Breaking through barriers for workers
who have children with special needs

Welcome to Special Needs and Moving On Projects!

Special Needs & Moving On projectsThe Special Needs and Moving On Projects provide resources and support for workers at the post office whose children have disabilities. The projects are available to members of the Canadian Union of Postal Workers and the Union of Postal Communications Employees (Public Service Alliance of Canada). The Special Needs Project is geared to families with young children; the Moving On Project is for adult sons and daughters with special needs. Life is more demanding when you work and have a child with special needs. Learn more about our Special Needs and Moving On projects.

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Promoting Positive Behaviour

Family Resource Programs Canada 707 - 331 Cooper Street, Ottawa ON K2P 0G5 1-866-637-7226 www.frp.ca
No one likes nagging, yelling and punishing, neither adults who do it nor children who are on the receiving end. Here are a few ways to encourage the kind of behaviour that can make the day go more smoothly for everyone.
Organize to prevent problems
• Organize the environment to make it easy for children to do the right thing. For example, install coat hooks and toy storage shelves where children can reach them; put away breakables.
• Provide enough appropriate supplies and materials for everyone.
• Supervise carefully, be observant and act to change the situation before behaviour gets out of control.

Keep a routine
• Establish some structure and routines throughout the day.
• Prepare children for upcoming activities.
“After the toys are put away, we’ll put on our jackets and go outside to play.”
• Make sure that children have nutritious snacks and meals.
• Avoid too much TV or any long periods of inactivity.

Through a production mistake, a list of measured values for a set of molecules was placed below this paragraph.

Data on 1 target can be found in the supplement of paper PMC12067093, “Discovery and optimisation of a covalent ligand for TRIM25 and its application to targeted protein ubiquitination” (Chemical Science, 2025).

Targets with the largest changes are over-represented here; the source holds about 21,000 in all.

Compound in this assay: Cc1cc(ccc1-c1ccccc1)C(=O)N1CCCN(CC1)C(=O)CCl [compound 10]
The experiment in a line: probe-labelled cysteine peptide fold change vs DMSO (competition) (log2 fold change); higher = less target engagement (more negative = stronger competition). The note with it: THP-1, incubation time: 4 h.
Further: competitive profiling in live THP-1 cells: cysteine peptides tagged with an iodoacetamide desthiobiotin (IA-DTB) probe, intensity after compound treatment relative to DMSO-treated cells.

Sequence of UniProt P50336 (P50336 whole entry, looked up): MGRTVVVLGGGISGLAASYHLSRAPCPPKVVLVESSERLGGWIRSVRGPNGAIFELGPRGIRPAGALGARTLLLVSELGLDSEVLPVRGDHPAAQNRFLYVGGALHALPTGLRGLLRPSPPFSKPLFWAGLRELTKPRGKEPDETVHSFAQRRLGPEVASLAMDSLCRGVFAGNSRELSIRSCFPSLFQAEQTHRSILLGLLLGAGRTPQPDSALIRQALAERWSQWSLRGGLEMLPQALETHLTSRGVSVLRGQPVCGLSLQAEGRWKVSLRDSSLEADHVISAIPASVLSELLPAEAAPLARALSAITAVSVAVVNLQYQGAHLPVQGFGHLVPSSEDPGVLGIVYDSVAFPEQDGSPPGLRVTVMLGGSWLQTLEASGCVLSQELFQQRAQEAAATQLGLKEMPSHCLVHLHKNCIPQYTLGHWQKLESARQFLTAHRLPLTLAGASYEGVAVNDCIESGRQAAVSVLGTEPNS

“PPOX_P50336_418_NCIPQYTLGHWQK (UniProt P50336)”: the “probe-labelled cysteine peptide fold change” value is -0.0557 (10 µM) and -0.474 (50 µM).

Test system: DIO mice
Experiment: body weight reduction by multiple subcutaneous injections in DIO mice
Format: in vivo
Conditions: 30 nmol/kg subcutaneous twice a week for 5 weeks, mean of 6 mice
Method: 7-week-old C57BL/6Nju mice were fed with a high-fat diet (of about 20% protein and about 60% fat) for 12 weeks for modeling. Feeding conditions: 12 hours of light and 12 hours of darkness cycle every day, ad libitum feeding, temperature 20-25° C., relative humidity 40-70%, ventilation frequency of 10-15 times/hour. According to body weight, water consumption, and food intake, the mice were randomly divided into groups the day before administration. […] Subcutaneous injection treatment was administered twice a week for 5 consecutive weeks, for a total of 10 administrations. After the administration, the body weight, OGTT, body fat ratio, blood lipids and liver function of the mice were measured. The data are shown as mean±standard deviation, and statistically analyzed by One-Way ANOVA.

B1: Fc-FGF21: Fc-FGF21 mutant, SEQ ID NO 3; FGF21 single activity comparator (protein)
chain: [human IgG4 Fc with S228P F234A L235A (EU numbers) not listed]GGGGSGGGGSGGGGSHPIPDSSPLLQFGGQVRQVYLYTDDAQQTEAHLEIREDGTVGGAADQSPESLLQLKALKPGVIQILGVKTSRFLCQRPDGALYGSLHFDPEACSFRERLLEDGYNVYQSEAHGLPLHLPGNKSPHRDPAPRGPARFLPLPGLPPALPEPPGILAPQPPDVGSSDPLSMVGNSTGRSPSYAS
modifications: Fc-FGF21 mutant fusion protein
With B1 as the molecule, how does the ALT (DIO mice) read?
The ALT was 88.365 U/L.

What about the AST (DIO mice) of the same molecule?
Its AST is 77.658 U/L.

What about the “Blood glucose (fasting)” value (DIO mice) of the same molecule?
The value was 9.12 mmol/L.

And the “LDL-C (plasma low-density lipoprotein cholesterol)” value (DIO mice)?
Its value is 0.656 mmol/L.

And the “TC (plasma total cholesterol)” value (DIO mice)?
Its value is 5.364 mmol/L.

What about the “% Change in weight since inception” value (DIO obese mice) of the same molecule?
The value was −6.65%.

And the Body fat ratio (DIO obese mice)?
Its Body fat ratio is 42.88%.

Decide what’s negotiable and what’s not
• Set simple, firm, clear limits which apply to everyone.
• Once you’ve set the limits, stick to them.
• Within the limits you set, allow children to make choices that are appropriate to the situation and to their ages.
Keep your language positive
• Show children how you want them to behave by setting a good example.
• Say what to do instead of what not to do: “Use your quiet voice in the house.” Avoid overuse of words such as “no”, “don’t” and “stop”.
• Show children that you like being with them: smile, make eye contact, call them frequently by their name and use words of encouragement and hugs.
• Use your voice as a teaching tool. Speak slowly, calmly, distinctly and directly.
• Let children know you notice when you like their behaviour. A little positive feedback goes a long way!
Pay attention to feelings
• Listen for the feelings behind children’s words and actions and reflect them back: “It sounds like you’re feeling ....”
• Remember that, just like adults, children sometimes have a bad day and that is okay.
Examine your attitude
• Know what behaviour is typical for different ages. Let this guide you as you decide what you can reasonably expect from a particular child.
• Choose activities that you enjoy and do these with children. Enthusiasm is contagious.
• Be aware of your own stress level and take care of yourself.


This resource sheet was adapted from material developed by Janice MacAulay, Jane Fox and Cindy Helman for Caregiver Training, a collaborative training program of the Family Resource Services Group and Home Child Care Agencies of Ottawa-Carleton.

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